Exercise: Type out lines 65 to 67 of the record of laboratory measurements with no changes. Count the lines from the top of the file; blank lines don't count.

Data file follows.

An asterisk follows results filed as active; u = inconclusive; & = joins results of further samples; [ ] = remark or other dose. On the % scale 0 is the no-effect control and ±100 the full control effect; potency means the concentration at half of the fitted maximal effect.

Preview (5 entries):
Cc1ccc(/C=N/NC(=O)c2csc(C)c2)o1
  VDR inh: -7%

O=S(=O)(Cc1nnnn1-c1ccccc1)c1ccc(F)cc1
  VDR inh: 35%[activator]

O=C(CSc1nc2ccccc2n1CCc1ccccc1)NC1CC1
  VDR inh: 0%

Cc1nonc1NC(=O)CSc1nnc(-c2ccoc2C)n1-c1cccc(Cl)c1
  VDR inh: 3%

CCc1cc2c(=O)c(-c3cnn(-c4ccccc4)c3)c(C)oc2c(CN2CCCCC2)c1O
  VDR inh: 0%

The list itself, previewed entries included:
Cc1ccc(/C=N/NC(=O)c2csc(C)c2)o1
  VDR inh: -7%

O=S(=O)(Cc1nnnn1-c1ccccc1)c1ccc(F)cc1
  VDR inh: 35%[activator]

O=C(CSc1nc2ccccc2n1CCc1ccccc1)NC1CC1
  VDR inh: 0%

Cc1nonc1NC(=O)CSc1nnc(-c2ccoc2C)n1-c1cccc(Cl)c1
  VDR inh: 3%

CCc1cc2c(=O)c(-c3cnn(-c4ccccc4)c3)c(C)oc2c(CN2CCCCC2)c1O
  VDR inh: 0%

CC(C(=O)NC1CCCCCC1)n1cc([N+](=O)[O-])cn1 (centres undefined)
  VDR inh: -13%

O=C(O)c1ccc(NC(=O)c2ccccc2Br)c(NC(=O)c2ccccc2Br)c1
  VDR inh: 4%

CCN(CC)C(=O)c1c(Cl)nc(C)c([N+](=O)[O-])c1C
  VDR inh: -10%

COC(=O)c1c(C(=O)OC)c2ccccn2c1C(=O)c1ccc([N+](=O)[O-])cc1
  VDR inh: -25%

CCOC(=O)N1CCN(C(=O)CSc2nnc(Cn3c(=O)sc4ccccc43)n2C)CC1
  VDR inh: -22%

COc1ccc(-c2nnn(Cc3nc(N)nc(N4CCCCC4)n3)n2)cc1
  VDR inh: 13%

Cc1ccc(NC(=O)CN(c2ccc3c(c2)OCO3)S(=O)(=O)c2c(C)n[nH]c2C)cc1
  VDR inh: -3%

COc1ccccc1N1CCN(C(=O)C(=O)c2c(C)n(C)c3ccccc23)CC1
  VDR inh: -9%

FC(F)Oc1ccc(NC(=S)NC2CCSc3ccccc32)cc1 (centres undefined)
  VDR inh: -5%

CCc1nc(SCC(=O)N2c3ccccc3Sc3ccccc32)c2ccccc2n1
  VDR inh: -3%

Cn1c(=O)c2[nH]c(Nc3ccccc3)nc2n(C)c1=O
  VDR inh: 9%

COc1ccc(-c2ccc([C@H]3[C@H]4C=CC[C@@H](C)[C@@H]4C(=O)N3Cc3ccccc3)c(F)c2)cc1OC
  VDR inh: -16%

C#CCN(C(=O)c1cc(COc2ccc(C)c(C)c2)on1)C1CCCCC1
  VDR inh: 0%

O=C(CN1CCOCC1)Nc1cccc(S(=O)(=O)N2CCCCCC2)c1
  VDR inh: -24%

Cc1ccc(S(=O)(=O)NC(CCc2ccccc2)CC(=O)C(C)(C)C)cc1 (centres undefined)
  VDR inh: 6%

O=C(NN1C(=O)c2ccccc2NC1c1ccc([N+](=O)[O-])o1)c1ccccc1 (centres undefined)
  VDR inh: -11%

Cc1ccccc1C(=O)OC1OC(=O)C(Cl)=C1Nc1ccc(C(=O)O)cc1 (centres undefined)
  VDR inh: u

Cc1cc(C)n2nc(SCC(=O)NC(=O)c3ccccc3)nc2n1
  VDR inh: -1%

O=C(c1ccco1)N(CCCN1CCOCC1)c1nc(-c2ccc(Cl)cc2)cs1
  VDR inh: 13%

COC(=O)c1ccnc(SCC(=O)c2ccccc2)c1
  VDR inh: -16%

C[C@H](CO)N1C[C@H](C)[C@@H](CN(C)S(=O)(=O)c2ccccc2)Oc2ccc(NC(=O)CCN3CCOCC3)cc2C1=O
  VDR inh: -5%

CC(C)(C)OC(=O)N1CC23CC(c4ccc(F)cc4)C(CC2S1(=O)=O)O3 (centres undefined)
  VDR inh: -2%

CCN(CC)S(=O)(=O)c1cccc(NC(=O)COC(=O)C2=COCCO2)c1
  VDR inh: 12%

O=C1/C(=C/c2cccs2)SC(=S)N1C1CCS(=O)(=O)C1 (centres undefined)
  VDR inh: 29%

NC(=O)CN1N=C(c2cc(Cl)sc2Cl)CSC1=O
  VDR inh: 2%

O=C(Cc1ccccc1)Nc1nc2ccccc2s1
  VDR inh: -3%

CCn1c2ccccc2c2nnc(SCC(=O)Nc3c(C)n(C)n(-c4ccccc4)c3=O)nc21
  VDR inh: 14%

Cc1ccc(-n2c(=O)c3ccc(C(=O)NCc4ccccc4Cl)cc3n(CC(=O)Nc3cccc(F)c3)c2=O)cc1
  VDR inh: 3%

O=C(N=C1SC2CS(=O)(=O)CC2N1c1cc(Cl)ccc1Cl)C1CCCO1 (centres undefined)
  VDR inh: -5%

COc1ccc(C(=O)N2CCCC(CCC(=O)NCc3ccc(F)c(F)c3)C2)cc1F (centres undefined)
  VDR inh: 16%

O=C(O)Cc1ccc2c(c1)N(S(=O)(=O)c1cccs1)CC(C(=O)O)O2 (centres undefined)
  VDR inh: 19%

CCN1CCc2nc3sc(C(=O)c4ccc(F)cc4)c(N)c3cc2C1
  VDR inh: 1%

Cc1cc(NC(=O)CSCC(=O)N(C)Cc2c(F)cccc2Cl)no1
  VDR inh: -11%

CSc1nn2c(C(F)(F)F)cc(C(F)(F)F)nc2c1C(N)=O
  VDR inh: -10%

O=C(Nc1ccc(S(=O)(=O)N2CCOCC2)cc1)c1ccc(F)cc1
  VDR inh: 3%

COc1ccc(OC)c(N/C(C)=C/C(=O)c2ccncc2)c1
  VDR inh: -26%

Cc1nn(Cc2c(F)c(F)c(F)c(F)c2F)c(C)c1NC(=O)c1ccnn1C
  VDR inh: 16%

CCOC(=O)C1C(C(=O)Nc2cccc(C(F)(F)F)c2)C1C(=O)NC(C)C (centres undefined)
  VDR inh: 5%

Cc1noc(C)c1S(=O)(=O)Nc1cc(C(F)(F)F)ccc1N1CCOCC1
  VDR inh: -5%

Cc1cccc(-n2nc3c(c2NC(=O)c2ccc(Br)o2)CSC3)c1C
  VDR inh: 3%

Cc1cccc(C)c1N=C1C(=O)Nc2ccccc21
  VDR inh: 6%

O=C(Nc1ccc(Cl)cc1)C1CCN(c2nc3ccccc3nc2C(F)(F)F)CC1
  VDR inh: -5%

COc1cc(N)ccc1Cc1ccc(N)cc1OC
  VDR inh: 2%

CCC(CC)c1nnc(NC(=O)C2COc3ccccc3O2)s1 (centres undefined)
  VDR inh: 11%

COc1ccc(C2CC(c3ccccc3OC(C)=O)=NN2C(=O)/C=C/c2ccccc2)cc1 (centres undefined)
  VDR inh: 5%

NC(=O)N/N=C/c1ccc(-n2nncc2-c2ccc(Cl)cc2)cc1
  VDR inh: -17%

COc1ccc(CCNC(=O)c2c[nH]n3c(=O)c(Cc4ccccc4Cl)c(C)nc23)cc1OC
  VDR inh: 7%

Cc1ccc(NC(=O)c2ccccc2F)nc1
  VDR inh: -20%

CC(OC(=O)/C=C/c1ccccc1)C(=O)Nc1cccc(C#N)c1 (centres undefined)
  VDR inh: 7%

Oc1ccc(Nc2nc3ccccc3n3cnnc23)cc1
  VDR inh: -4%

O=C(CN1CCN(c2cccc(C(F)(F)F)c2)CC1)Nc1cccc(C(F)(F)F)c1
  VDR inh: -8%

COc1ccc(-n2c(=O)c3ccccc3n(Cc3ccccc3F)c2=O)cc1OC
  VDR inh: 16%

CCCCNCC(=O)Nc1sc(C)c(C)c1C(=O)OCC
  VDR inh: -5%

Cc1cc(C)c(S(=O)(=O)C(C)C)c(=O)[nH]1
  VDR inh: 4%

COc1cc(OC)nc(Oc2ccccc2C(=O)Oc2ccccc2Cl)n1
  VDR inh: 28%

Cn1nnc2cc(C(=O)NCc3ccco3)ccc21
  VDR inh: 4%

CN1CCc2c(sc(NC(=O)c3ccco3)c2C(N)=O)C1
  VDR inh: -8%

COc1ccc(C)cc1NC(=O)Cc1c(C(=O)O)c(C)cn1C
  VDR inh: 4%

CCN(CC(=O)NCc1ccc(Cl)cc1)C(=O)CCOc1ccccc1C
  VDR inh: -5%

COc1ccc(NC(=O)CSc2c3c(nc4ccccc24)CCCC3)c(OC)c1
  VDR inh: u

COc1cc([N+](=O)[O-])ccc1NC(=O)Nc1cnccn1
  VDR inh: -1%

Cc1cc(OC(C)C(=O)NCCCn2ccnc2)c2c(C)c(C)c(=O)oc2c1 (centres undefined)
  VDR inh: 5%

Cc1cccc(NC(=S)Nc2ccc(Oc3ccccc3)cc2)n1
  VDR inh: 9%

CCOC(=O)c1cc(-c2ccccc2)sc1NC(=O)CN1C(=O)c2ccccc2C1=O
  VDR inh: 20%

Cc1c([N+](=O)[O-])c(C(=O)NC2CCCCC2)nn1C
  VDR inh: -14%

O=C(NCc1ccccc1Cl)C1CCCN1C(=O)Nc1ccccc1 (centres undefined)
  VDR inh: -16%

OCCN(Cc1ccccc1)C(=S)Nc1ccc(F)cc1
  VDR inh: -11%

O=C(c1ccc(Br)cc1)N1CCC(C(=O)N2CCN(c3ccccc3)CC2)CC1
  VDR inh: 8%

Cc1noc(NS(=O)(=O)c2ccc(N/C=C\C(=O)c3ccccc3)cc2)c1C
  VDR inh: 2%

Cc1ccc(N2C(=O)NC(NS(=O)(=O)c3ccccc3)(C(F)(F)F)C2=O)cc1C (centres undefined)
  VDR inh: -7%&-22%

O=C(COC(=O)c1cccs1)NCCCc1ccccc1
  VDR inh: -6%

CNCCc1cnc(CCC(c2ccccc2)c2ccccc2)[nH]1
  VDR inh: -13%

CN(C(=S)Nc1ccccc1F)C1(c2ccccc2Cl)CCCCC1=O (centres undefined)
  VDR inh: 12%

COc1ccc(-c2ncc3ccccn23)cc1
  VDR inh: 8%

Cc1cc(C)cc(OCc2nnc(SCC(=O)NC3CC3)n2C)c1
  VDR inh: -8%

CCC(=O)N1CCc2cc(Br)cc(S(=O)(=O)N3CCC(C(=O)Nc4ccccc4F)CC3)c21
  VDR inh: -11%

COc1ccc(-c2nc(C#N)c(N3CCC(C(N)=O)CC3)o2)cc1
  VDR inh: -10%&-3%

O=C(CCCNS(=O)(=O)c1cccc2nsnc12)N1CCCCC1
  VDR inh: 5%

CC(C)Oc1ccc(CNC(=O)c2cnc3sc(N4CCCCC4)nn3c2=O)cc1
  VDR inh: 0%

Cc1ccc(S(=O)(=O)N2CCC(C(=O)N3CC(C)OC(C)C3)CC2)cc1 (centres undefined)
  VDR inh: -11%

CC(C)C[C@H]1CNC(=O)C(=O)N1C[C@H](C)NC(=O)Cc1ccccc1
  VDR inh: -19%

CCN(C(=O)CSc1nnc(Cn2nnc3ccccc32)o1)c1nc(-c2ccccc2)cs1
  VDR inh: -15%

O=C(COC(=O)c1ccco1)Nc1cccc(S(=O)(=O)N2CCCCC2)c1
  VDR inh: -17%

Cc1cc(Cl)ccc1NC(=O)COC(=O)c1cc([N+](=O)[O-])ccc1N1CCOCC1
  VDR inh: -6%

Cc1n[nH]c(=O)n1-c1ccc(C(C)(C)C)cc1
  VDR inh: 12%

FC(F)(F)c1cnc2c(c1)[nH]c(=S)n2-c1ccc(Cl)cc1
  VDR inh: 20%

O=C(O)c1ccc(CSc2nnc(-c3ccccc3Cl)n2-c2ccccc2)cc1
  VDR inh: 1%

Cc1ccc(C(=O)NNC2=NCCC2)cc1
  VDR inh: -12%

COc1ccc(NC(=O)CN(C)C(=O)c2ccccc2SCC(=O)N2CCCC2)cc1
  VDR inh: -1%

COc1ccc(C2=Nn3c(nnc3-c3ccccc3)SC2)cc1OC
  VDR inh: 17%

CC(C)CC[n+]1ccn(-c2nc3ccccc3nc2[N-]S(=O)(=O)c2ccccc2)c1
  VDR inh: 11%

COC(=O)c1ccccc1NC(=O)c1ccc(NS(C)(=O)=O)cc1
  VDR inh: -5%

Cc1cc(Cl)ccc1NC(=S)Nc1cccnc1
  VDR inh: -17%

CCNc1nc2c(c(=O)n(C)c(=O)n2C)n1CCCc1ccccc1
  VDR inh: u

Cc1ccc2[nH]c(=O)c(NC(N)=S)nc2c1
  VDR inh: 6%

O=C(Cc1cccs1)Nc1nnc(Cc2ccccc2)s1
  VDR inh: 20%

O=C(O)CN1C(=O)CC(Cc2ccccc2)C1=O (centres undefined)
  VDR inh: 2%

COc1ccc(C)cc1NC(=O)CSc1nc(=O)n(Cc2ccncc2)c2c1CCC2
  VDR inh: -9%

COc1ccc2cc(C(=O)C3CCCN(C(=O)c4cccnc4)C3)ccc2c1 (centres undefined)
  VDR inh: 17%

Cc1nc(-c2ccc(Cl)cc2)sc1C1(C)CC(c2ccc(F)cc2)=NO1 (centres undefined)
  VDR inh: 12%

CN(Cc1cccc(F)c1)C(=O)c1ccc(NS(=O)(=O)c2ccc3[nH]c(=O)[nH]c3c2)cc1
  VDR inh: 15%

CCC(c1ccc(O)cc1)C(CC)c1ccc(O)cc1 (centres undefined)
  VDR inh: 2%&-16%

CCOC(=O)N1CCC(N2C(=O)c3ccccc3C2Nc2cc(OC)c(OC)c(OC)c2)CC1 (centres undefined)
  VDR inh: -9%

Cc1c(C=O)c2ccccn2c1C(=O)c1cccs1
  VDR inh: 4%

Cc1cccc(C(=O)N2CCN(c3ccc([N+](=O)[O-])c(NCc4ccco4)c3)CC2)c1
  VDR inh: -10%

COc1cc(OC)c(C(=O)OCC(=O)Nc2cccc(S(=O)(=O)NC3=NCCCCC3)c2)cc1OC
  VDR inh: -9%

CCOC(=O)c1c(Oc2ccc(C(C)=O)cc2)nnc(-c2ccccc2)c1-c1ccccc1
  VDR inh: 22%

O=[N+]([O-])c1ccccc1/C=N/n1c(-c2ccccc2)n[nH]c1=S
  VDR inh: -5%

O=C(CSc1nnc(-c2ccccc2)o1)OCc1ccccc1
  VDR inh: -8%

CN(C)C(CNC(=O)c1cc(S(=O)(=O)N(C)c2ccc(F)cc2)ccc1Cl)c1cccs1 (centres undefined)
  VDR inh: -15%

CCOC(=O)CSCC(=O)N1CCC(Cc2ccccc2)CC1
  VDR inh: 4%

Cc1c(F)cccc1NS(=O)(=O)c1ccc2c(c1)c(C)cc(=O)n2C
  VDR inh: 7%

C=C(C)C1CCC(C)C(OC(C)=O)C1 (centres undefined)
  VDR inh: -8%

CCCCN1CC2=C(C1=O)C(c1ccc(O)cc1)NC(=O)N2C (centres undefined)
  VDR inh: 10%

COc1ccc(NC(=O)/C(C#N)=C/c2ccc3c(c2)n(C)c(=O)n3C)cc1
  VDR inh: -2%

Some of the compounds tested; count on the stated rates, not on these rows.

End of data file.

  VDR inh: -5%

CC(C)(C)OC(=O)N1CC23CC(c4ccc(F)cc4)C(CC2S1(=O)=O)O3 (centres undefined)
  VDR inh: -2%